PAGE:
The CC3000e is strictly a peripheral, in other words it has no use without a computer attached to it. However, it can transform a laptop with a personal collaboration solution into a practical room system (BYO display) on the fly for about $1k (about a third of the Vaddio price). The computer connects to the USB hub, and there’s slack for up to 32’ between the wired camera and the saucer. It also comes with a remote control, and unlike the BCC950, the remote fits into the base unit for storage. Logitech’s quality construction, mass production, and wide distribution coupled with an impressive optical PTZ lens, quality acoustics, and your software – makes this a viable room system for “sub $1k.”
Logitech and Vaddio believe that the personal apps makes sense for room systems. There’s some contention because they were inherently designed for one person’s personal use. However, with the move toward HD cameras and bigger screens for playback there’s logic to the vision. Plus, personal software is more likely to be intuitive or at least familiar than many traditional room systems.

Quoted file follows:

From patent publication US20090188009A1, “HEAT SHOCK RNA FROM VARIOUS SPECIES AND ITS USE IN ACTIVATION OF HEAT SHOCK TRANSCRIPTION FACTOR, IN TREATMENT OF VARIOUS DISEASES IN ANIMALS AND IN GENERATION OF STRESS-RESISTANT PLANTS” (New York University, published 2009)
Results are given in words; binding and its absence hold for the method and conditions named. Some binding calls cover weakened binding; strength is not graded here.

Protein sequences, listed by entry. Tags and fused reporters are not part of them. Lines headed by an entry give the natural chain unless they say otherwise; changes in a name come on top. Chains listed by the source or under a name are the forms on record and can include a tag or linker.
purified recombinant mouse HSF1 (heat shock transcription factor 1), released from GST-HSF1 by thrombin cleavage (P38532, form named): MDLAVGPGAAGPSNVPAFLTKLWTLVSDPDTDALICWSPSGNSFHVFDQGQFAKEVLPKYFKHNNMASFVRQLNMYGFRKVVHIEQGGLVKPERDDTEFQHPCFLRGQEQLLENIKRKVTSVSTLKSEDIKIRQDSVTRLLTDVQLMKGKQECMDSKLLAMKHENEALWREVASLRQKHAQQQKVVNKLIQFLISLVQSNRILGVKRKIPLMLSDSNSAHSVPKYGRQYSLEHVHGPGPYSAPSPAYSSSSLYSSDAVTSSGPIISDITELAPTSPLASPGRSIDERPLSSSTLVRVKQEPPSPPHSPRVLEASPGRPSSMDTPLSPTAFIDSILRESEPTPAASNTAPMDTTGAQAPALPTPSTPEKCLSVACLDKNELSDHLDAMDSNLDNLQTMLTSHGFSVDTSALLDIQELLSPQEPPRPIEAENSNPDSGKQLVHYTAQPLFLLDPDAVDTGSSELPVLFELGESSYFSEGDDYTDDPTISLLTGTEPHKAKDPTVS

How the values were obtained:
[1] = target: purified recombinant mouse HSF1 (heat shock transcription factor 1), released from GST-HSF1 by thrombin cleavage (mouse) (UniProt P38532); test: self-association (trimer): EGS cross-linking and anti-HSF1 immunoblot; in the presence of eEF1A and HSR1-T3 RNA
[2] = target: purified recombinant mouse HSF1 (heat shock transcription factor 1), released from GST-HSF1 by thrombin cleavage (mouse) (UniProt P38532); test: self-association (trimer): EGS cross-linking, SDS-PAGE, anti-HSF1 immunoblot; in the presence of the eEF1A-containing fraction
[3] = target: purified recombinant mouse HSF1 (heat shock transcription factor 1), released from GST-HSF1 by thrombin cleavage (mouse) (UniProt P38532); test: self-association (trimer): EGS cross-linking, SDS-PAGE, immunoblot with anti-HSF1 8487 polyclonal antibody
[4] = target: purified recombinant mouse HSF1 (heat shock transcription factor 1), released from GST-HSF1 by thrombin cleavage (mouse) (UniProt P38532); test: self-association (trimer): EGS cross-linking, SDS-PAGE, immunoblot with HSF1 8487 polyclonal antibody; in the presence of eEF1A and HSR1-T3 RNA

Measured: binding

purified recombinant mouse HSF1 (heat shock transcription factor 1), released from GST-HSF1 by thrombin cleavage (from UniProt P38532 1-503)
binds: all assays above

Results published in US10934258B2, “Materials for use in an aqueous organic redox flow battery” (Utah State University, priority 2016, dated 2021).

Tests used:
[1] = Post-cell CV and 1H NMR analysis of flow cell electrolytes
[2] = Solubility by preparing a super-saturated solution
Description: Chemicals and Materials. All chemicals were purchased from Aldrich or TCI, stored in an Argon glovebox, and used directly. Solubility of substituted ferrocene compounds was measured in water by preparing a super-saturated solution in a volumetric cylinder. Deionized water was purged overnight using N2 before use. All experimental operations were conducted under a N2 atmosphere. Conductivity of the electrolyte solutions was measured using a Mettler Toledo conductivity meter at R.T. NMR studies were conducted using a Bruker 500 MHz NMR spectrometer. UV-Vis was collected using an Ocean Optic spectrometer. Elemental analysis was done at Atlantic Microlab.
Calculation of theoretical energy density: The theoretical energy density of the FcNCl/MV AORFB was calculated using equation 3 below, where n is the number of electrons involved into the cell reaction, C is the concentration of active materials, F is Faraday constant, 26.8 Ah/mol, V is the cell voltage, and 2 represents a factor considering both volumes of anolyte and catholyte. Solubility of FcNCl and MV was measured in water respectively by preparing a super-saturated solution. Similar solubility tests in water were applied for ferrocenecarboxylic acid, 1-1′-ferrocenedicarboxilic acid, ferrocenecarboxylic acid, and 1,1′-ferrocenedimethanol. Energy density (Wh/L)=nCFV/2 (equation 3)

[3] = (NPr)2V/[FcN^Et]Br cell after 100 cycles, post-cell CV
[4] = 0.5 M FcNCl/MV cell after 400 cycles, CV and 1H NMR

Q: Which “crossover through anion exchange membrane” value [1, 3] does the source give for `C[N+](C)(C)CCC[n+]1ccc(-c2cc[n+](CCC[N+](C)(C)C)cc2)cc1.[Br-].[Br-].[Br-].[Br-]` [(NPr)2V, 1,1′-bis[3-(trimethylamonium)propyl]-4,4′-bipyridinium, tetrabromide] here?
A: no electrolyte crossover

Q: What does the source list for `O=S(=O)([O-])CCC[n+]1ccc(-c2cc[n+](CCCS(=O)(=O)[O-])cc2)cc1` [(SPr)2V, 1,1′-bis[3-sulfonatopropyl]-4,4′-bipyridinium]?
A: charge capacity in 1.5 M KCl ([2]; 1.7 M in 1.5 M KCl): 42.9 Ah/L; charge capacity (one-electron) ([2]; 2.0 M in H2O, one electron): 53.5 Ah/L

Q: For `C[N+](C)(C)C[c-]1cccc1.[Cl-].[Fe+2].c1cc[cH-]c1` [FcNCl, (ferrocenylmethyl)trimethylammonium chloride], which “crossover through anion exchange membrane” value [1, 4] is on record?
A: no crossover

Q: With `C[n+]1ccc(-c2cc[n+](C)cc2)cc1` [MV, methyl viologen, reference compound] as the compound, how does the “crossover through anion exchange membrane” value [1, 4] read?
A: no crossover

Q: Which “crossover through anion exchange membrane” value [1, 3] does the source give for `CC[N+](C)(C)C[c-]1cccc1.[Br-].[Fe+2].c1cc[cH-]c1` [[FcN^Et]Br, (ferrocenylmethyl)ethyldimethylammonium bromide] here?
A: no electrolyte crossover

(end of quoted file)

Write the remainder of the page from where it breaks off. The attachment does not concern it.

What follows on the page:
I’ve written before about the Cisco DX Series. It is a complete desktop positioned as a high-end desktop device. It is a new breed and Cisco hinted more models would be coming (it is a series)–but for now, it’s just the DX650. Perhaps we will see new models at Enterprise Connect next month. This device combines excellent acoustics, an HD camera, and HD display into an Android-based desktop appliance. It can run apps from Google Play and also comes with Cisco optimized applications. It brings the mobile app functionality to to a wired device with a 7” screen. It has APIs and smarts about things like Bluetooth proximity.
I will keep it brief here, and offer my earlier post for more details.
All of these solutions make video collaboration easier and cheaper than traditional room systems.
Honorable mentions go to ShoreTel and NEC for their Dock/Cradle devices. A dock or cradle device provides a means of making mobile devices more practical as a desktop solution. Mobile devices, particularly in a mobile first world, are indeed collaborative endpoints themselves.
I will follow-up on this post with some interesting video services soon.